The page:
Feature

Keystone pipeline gets State’s green light

The State Department paved the way for President Obama to approve the Keystone XL oil pipeline from Canada.

What happened
The State Department paved the way this week for President Obama to approve the Keystone XL oil pipeline from Canada, with the release of a study that found its construction would not significantly damage the environment. If approved, the $7 billion pipeline proposed by TransCanada would transport oil extracted from the “tar sands” of Alberta, in western Canada, through six U.S. states to refineries in the Gulf of Mexico. Republican lawmakers and labor unions are united in their support for the 1,700-mile pipeline, claiming it would create between 4,000 and 20,000 new jobs, guarantee domestic oil supply, and ease pressure on gas prices. But environmentalists say its construction would dump huge quantities of greenhouse gases into the atmosphere and accelerate climate change. James Hansen, NASA’s head climate scientist, said the pipeline “would be the first step down the wrong road, perpetuating our addiction to dirty fossil fuels, moving to ever dirtier ones.”
 
The government study said that while the pipeline would produce annual greenhouse gases equivalent to the emissions of 626,000 passenger cars, rejecting it would cut Canada’s tar-sands oil production by only 0.4 percent by 2030. The oil, its analysis showed, would reach the market by rail, trucks, and other means. After a 45-day comment period on the State Department recommendation, President Obama will make a final decision on the pipeline. 

What the editorials said
Obama must “say no to Keystone XL,” said The Nation. So far, the president has been “all but AWOL” in the battle to slow climate change. But “all is not lost.” Rejecting this pipeline would send an important symbolic message that fossil fuel extraction has no future in a world already suffering devastating extremes of heat and drought. “Humanity is staring down the barrel of a calamity beyond measure, and the president is one of the few people on earth who can do something about it.”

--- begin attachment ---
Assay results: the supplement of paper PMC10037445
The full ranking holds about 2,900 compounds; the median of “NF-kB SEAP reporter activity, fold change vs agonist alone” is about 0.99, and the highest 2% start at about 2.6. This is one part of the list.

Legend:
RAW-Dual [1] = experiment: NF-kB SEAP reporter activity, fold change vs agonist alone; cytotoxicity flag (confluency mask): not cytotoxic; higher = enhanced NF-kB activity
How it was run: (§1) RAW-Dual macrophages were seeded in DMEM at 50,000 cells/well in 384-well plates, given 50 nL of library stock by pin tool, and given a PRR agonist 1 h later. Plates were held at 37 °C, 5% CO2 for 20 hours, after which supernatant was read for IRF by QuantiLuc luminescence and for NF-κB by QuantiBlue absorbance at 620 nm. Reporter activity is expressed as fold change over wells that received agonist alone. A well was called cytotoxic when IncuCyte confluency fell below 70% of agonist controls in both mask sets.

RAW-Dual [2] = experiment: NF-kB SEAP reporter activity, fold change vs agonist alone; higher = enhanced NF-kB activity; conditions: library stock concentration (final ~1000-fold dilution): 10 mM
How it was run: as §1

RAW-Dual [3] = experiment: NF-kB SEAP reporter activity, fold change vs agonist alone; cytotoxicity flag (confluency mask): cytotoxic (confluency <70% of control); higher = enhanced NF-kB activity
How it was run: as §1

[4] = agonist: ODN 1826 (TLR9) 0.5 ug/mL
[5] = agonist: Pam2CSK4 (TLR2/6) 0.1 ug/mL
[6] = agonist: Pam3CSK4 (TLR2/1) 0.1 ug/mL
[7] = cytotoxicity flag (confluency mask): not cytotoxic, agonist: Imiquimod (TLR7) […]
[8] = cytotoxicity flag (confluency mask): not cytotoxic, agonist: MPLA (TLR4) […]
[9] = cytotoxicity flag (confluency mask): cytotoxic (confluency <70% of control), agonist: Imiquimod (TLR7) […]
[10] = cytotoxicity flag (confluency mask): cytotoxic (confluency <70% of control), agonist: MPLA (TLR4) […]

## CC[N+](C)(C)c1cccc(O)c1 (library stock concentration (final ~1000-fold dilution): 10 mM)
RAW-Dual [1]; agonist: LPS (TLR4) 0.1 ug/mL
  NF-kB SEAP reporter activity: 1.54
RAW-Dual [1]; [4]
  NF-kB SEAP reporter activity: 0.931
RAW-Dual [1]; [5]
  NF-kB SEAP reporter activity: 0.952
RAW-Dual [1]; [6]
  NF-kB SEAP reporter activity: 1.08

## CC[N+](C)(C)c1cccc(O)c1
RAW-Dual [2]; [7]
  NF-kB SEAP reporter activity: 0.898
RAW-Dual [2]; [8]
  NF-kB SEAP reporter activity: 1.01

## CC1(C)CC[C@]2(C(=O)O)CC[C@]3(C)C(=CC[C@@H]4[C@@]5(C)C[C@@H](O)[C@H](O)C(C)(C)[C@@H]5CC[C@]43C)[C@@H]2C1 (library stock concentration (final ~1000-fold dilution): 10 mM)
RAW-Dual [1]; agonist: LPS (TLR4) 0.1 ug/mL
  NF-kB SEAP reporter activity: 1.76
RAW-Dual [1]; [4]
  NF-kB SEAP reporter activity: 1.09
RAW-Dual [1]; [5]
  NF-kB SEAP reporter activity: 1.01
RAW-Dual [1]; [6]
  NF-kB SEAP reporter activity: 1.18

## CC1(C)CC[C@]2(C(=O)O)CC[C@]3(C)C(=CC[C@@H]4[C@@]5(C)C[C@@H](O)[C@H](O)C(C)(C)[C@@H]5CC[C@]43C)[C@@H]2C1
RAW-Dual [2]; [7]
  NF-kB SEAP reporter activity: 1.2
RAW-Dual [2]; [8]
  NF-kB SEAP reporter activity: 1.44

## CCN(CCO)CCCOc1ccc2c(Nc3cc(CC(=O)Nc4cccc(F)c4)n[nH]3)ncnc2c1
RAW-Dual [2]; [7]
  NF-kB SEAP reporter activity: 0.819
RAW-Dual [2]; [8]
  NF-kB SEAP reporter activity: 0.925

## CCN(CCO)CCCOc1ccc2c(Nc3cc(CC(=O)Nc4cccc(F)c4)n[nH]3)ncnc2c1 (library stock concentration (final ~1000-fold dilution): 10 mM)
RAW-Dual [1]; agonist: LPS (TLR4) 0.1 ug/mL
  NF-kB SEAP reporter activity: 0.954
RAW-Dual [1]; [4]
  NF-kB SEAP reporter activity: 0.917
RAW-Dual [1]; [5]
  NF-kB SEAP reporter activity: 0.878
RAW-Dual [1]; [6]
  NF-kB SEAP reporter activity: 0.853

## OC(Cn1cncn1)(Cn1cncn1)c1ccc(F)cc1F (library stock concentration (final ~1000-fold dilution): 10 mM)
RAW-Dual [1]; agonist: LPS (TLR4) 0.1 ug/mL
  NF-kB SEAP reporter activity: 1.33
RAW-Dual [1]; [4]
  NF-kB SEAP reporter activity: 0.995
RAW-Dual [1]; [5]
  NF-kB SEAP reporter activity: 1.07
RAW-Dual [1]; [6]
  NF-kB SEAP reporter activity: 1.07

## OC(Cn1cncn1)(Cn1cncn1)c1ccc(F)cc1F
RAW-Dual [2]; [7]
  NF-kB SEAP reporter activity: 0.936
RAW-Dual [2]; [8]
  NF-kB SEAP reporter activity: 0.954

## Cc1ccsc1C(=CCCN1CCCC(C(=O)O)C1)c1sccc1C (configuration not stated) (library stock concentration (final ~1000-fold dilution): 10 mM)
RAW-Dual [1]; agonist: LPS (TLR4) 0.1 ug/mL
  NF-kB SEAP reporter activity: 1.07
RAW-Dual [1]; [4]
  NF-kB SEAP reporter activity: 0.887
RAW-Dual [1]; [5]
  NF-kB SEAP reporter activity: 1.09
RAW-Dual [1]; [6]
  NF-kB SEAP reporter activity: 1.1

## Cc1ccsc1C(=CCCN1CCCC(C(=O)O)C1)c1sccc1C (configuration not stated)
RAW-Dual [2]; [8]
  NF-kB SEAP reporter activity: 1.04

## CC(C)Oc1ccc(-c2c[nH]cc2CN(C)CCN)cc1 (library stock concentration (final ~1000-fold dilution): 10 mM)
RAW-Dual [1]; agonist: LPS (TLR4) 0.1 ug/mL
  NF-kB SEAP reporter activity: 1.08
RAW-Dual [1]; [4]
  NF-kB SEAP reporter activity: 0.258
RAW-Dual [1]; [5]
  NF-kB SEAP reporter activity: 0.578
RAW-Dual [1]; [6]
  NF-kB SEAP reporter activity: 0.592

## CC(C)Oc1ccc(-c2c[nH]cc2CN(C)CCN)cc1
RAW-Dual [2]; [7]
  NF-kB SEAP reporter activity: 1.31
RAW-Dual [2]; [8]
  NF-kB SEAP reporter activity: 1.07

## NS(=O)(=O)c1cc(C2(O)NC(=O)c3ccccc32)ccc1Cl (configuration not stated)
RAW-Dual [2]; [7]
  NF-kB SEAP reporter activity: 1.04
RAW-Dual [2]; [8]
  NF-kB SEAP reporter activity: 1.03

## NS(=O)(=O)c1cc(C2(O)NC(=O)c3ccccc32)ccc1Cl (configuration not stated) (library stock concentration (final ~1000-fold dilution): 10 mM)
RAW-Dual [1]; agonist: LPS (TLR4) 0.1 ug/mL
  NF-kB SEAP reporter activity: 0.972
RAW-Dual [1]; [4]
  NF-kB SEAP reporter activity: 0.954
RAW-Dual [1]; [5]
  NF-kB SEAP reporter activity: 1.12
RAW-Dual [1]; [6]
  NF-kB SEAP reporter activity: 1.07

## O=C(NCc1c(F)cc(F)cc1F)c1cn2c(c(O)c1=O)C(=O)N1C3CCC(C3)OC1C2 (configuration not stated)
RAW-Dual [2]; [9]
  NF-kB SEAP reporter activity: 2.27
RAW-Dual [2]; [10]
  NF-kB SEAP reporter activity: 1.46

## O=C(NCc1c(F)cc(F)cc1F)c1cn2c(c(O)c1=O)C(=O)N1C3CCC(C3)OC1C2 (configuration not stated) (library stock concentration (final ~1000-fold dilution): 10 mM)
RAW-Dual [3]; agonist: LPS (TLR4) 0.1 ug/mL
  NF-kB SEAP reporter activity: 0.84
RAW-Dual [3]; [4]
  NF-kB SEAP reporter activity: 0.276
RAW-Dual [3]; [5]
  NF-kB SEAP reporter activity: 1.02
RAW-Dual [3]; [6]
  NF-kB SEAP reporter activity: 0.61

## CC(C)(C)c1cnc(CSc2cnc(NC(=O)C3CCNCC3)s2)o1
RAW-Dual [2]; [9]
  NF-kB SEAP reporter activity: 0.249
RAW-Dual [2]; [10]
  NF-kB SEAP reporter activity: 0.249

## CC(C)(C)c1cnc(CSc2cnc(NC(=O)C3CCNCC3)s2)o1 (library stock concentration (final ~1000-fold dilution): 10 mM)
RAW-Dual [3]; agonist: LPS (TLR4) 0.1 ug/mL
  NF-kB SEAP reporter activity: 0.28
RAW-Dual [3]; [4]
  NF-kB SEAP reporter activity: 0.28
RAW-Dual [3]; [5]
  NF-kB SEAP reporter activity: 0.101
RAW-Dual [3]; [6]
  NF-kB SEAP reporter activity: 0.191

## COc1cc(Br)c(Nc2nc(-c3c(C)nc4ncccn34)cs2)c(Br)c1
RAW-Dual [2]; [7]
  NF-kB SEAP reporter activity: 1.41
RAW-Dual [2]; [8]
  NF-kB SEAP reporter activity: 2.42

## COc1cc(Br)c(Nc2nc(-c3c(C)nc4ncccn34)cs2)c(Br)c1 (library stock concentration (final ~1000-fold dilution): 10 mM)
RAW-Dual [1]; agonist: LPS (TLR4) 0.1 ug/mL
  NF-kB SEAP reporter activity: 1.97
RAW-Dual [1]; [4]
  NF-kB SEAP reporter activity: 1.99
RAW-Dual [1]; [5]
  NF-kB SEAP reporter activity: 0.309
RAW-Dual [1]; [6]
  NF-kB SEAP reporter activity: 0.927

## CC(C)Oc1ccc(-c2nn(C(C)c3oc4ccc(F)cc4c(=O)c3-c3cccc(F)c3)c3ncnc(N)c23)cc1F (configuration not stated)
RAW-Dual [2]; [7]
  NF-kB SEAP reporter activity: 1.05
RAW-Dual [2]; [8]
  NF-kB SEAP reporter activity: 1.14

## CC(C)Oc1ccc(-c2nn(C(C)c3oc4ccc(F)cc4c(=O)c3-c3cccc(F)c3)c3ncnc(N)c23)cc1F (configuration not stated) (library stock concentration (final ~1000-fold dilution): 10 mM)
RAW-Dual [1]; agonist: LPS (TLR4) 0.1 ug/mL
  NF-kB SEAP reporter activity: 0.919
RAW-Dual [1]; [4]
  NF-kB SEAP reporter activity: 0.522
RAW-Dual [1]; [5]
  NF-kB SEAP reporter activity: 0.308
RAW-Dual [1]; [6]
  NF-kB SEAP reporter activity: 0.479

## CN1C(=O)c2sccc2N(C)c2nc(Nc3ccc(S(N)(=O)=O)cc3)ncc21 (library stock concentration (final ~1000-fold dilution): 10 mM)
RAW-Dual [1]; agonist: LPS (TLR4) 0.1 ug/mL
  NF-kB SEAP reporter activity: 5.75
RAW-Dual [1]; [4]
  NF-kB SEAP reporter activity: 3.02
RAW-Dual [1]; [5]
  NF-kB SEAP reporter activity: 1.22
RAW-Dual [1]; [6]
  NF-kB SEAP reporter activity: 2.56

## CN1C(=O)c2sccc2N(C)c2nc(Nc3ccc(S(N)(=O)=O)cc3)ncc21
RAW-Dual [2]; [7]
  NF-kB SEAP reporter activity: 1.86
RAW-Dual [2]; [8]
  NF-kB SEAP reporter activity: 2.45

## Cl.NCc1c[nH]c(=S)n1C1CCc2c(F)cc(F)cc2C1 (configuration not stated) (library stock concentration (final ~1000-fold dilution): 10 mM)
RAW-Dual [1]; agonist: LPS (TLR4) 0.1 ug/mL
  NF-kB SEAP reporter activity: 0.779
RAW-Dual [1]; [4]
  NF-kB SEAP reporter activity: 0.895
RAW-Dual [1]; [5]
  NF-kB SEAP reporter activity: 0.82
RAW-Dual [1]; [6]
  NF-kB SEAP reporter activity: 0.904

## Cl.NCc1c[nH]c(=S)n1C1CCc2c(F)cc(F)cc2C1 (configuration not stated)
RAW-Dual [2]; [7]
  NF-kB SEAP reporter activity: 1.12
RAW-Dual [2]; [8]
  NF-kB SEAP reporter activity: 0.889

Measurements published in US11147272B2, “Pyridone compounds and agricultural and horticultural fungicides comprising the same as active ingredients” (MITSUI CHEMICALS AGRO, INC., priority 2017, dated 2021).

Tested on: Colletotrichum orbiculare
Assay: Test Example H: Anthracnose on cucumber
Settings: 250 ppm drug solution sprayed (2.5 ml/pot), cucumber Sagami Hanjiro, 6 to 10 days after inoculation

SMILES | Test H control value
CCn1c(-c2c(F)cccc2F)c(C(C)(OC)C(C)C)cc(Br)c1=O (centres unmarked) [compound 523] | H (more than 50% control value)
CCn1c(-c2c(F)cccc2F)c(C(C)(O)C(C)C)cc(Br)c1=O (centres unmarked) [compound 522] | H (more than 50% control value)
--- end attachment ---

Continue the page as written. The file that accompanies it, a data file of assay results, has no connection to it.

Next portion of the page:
Approving the pipeline is a no-brainer, said The Wall Street Journal. The State Department study makes clear that rejecting it wouldn’t even dent global emission levels. It would, however, deny the U.S. economy 20,000 construction jobs, billions of dollars in tax revenue, and a reliable new oil supply from a friendly neighbor. Do environmentalists really think we can power our economy “on windmills and solar panels”? The activists “ought to pick more important fights,” said The Washington Post. They’ve chosen Keystone as “the premier environmental fight of the decade,” but it will make little difference to how much carbon is burned. Instead, environmentalists should fight for something that really would make a difference—such as a carbon tax. 

What the columnists said
“Approving this pipeline is a moral and economic necessity,” said Dennis Prager in NationalReview.com. If built, it would transport 830,000 barrels of oil per day to the U.S., reducing our dependence on oil from unfriendly nations such as Venezuela and Saudi Arabia by up to 40 percent. “And if America doesn’t use that oil, China will.”

If Obama approves Keystone, said Michael Grunwald in Time, he will betray those who voted for him—and future generations. “Fossil fuels are broiling the planet, and the pipeline would turn up the heat.” With domestic oil production already booming, we certainly don’t need tar-sands oil. Stopping Keystone isn’t the only way for environmentalists to fight climate change. But “in a war, you don’t always get to choose where to fight.”
 
No—but you can pick your battles, said Megan McArdle in TheDailyBeast.com. The rising global demand for oil guarantees that the tar sands will be tapped even if Keystone is rejected—and without a pipeline, it will simply be moved by train, truck, and oil tanker, creating even more greenhouse-gas emissions. Stopping Keystone would be a “Pyrrhic symbolic victory.’’ Environmentalists would better serve their cause by chaining themselves to the White House gates to demand a carbon tax or a more aggressive Environmental Protection Agency. This “quixotic crusade” is “not the fight we should be having.”

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